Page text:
Mitchell: US-Led Mission \'Rules Nothing out\' in Probe of Middle East Violence
A US-led fact-finding mission said Tuesday it has "ruled nothing out" in probing the causes of 10 weeks of Palestinian-Israeli violence, adding it will do more than just study documents.
"The purpose of the first visit was precisely to meet with the leaders" (Israeli Prime Minister Ehud Barak and Palestinian leader Yasser Arafat), mission leader George Mitchell told reporters after arriving in Egypt from Israel and the Palestinian territories.
Mitchell, a former US senator and mediator in Northern Ireland, who briefed Egyptian President Hosni Mubarak on his first visit, added that the five-member mission will make repeated visits to the region.
"We expect to receive information from the widest possible range of sources. We're going to do whatever is necessary to prepare a full fair and impartial report," he said.
"We certainly will go beyond documents. We've made no decision on how we will proceed with respect to interviews or others.
"But we rule nothing out," he said, adding that press reports indicating everything but documents had been excluded "are incorrect."
In addition to meeting Arafat and Barak, he added that on Monday evening the mission also met with around 40 Palestinian doctors, lawyers, university officials and others.
"I think we have a good sense of the feelings, at least of that element of leadership," he said.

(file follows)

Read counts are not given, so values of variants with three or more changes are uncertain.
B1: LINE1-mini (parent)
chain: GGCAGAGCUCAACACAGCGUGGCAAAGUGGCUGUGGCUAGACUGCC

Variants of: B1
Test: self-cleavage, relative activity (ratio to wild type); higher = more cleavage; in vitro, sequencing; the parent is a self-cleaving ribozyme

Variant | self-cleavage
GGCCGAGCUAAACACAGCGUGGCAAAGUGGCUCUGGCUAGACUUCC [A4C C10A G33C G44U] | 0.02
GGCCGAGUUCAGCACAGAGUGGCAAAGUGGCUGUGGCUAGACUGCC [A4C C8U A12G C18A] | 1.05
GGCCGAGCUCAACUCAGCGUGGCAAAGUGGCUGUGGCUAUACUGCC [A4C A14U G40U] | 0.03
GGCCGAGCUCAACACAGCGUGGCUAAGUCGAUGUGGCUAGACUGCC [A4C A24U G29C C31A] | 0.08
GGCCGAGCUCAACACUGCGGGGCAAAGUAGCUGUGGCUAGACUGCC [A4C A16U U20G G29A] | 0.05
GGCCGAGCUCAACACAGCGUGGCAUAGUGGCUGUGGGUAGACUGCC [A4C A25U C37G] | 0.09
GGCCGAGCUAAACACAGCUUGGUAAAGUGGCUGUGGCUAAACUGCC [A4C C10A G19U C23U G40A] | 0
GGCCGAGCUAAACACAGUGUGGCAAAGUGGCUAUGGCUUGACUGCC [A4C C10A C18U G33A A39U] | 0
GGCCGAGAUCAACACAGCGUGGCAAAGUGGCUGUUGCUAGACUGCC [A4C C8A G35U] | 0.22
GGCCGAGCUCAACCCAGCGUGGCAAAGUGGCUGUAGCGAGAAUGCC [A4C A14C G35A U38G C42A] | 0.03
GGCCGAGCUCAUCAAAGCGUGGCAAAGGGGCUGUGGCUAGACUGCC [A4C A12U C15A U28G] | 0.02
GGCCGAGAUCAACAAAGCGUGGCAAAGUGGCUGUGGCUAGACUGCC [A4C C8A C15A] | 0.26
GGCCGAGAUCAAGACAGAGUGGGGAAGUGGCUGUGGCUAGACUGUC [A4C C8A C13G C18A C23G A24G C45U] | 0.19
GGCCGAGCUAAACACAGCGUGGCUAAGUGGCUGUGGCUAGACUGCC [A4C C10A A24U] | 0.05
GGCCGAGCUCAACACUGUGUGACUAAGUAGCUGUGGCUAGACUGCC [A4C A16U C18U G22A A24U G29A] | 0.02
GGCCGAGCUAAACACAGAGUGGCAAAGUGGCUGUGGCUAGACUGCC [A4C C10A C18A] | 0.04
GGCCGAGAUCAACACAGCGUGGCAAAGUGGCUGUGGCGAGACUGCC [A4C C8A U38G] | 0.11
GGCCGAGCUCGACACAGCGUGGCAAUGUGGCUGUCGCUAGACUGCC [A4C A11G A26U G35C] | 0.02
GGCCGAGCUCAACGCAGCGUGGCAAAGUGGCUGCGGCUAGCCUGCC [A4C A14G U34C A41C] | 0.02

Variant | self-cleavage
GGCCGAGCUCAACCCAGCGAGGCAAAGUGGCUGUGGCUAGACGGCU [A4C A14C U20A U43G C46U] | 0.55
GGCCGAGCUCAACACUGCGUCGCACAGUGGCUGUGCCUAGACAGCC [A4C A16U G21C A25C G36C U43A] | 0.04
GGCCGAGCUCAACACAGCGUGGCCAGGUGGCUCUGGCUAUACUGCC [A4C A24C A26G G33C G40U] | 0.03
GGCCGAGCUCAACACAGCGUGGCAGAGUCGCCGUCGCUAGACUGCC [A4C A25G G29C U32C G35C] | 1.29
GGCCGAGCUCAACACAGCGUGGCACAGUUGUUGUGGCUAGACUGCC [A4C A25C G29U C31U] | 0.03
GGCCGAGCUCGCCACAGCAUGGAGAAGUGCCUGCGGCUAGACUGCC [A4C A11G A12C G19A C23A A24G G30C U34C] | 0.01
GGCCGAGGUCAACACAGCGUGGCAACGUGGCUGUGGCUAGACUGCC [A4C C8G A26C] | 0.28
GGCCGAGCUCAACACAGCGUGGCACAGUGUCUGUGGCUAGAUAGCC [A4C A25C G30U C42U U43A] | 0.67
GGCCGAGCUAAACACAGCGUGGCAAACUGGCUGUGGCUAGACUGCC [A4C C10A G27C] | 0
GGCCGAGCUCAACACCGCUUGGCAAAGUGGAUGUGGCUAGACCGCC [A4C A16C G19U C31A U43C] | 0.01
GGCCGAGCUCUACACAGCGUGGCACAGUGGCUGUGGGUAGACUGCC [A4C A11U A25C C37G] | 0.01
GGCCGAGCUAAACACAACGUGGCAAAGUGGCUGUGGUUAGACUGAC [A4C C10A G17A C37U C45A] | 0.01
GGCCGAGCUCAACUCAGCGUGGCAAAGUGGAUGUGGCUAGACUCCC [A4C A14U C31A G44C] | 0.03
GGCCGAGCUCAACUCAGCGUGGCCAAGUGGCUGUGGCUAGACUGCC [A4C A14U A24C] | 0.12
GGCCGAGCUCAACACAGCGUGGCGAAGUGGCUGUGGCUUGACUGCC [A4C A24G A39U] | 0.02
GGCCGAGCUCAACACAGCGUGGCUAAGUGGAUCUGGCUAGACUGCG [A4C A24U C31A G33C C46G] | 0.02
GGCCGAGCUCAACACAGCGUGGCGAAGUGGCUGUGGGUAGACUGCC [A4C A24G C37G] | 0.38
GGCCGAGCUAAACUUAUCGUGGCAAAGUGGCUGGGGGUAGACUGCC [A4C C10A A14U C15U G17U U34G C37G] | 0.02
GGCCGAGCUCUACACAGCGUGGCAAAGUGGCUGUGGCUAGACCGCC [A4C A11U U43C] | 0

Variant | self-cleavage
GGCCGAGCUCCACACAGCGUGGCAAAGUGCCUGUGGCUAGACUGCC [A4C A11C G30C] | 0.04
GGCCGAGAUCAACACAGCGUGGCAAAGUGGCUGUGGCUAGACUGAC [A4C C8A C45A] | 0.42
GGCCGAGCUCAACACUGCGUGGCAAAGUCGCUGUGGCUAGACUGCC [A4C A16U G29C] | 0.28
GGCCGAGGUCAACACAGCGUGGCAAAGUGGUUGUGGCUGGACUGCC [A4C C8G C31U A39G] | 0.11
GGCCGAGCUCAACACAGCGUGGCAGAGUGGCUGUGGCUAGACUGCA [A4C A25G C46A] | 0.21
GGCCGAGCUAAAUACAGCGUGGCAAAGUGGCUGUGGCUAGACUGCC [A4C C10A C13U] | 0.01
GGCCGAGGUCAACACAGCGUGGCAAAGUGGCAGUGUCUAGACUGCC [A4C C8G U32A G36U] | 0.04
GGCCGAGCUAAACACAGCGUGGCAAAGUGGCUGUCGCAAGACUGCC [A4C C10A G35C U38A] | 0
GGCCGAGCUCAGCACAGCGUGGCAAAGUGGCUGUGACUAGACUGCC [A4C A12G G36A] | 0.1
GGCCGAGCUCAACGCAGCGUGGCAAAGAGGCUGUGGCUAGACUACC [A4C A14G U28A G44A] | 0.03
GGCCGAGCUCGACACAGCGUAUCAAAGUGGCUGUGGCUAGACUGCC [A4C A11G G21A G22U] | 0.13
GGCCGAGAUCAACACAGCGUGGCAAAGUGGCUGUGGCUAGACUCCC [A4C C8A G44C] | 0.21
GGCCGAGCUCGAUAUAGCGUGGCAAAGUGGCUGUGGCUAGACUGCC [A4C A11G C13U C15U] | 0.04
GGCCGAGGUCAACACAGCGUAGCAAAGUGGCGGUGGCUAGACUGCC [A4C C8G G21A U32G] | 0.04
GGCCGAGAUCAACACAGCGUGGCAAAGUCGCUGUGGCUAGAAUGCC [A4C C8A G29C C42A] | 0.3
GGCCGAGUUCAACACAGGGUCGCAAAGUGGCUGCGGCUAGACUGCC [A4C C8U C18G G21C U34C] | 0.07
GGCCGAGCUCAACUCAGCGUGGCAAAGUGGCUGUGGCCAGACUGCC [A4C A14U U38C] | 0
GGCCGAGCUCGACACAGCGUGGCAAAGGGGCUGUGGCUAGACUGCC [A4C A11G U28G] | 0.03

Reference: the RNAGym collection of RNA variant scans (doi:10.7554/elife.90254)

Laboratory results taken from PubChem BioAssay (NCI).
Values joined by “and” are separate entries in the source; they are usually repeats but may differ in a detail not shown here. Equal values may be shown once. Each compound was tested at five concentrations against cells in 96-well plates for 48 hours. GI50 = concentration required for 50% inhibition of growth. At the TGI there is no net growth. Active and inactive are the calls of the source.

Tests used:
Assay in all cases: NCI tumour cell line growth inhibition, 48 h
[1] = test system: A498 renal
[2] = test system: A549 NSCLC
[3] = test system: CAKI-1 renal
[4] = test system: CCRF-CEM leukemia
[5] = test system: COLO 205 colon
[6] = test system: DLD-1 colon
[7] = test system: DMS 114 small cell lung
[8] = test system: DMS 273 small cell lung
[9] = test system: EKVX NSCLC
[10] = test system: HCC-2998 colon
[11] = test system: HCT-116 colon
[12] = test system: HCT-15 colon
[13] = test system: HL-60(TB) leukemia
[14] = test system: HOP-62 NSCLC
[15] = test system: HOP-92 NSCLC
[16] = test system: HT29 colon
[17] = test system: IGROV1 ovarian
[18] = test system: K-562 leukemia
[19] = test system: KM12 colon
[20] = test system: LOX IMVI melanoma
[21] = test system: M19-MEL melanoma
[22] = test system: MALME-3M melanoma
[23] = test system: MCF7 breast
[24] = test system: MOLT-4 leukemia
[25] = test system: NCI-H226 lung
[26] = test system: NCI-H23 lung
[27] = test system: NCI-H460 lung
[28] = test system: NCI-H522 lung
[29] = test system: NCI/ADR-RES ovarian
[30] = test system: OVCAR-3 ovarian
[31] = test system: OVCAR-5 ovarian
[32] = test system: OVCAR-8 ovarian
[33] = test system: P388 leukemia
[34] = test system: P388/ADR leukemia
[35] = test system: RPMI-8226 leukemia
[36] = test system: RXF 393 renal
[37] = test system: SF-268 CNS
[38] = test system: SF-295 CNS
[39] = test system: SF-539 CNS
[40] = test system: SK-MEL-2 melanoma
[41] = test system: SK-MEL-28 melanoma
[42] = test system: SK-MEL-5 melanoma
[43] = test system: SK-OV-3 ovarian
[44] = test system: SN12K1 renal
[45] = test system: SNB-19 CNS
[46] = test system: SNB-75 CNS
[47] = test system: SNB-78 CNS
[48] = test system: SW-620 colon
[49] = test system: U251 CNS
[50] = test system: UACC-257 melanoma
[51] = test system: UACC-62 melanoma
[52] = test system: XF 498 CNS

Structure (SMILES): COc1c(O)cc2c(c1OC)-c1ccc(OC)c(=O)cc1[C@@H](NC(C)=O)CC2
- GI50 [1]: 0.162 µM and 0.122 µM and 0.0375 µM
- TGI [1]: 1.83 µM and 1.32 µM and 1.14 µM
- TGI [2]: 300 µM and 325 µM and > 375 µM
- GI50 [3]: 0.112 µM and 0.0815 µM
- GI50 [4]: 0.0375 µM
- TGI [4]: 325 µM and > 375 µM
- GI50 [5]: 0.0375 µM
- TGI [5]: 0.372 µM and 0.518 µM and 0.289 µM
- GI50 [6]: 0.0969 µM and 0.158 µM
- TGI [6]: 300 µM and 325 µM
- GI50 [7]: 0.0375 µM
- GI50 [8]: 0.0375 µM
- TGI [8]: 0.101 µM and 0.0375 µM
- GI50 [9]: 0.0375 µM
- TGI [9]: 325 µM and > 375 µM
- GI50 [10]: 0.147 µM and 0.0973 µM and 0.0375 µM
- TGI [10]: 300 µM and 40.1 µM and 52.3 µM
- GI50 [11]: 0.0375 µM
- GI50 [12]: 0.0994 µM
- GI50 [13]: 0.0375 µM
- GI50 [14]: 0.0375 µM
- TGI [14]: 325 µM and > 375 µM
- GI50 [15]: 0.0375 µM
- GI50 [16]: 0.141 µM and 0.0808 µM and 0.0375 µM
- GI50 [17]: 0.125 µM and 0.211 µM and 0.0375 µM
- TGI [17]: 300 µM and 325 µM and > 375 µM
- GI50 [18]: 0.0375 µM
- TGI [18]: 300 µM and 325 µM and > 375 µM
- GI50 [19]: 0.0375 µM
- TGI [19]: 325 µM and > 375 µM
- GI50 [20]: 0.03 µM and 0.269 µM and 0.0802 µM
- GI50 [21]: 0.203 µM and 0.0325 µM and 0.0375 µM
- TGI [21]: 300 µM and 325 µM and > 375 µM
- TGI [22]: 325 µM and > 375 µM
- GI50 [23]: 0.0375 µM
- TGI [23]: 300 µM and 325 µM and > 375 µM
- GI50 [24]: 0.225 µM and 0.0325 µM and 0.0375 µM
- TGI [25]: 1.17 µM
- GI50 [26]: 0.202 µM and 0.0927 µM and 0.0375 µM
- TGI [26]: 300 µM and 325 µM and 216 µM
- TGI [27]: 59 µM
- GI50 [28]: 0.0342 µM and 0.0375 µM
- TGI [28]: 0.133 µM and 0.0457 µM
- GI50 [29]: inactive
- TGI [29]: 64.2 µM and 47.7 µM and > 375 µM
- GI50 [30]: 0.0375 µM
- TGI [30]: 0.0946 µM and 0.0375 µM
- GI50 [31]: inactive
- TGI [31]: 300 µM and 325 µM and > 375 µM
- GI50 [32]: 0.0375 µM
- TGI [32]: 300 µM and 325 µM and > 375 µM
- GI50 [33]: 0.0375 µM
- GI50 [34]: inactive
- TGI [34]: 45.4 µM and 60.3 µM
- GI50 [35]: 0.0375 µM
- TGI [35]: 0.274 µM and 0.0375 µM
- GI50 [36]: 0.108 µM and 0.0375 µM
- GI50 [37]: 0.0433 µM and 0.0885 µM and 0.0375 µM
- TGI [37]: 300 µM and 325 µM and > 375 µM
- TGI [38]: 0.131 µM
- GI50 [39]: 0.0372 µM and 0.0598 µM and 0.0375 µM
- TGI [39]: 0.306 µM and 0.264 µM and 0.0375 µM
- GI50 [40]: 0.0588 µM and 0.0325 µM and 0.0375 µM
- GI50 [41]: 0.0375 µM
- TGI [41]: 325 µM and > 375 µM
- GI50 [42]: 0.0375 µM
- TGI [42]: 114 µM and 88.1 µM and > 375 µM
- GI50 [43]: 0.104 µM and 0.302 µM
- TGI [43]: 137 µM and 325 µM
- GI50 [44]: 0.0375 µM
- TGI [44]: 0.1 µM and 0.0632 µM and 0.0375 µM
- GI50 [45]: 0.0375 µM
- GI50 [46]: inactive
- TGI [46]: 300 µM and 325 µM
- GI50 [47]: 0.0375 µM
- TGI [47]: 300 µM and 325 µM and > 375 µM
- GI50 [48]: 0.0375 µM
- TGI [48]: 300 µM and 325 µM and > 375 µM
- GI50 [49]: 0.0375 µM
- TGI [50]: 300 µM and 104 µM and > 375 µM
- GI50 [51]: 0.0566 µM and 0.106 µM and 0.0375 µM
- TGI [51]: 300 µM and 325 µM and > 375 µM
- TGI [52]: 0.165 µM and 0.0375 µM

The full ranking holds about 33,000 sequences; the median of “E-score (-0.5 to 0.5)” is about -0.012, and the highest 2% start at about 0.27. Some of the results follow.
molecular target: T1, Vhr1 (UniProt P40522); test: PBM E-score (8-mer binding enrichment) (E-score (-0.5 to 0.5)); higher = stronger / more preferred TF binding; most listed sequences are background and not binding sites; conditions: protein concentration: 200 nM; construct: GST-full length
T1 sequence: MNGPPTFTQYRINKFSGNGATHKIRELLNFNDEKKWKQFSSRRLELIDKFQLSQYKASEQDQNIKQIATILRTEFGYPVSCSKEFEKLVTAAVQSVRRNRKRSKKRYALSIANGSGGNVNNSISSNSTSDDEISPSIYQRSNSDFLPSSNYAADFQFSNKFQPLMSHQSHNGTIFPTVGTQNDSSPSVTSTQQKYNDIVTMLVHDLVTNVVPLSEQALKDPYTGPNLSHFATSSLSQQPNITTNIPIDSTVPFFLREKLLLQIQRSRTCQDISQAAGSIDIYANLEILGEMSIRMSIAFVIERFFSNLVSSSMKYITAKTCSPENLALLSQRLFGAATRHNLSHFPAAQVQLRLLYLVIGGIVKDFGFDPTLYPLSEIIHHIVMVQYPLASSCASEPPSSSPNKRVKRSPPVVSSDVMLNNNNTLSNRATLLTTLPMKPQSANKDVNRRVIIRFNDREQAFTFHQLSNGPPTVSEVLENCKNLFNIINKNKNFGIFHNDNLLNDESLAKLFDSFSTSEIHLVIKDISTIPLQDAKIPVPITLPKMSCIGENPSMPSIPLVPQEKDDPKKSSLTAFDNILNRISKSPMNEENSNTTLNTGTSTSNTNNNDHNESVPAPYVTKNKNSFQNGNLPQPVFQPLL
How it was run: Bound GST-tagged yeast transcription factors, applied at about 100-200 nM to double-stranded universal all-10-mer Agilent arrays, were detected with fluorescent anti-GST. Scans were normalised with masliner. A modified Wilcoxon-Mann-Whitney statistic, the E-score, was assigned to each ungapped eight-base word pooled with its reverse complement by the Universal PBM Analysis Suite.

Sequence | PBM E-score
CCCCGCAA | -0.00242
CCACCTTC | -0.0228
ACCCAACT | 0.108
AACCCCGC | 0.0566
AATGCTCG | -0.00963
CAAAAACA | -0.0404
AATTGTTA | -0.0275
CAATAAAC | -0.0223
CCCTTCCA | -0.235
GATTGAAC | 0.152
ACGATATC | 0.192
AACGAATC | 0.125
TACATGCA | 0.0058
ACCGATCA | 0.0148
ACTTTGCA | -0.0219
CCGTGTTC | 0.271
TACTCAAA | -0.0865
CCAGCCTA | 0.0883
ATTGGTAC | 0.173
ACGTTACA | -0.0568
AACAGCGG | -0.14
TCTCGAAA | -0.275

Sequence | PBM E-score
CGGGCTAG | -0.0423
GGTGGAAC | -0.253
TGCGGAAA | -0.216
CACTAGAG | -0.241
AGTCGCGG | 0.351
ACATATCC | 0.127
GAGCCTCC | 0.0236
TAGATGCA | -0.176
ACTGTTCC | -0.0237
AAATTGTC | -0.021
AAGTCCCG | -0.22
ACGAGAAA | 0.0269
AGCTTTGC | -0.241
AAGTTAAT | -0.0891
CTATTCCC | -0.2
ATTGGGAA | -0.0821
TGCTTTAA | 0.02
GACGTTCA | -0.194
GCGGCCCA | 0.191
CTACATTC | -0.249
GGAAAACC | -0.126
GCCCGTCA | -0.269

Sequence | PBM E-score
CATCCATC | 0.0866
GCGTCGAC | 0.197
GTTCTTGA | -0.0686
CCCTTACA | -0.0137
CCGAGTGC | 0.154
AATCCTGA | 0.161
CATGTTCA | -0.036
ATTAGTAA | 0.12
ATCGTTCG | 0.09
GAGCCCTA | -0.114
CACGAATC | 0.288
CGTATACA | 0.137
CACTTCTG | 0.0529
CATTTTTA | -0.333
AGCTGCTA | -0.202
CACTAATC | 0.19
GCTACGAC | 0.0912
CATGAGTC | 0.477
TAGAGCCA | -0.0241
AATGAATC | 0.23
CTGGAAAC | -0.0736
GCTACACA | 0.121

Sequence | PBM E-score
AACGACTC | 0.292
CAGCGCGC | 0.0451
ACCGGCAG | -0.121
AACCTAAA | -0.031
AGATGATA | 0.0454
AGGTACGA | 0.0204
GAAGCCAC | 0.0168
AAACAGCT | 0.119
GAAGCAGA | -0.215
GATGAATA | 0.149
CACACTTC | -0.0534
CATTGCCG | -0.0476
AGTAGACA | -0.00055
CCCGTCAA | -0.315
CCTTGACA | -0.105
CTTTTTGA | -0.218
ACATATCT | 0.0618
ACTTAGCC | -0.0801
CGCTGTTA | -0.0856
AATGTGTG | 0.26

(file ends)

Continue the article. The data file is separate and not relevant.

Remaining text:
He recalled the purpose of mission is not to assign blame, not to "inflame" the situation.
The investigating body began work two months after being named amid deep divisions between Israel and the Palestinians over its mission.
After Cairo, the panel was scheduled to continue its mission in Amman where it will meet King Abdullah II.
Arafat described the mission as "important to push forward the peace process and protect the peace process."
A Barak spokesman said after the three-hour meeting the prime minister had assured the committee of Israel's "full cooperation and maximum assistance."
Israel long opposed the fact-finding committee, fearing the body would be biased from the start, but the government said Sunday it was reassured after some 10 days of informal talks with commission members.
Palestinians complain that the committee will not go far enough.
At least 321 people have been killed, most of them Palestinian, since the violence exploded in late September over a provocative visit to a holy Jerusalem site by Israel's hardline opposition leader Ariel Sharon.
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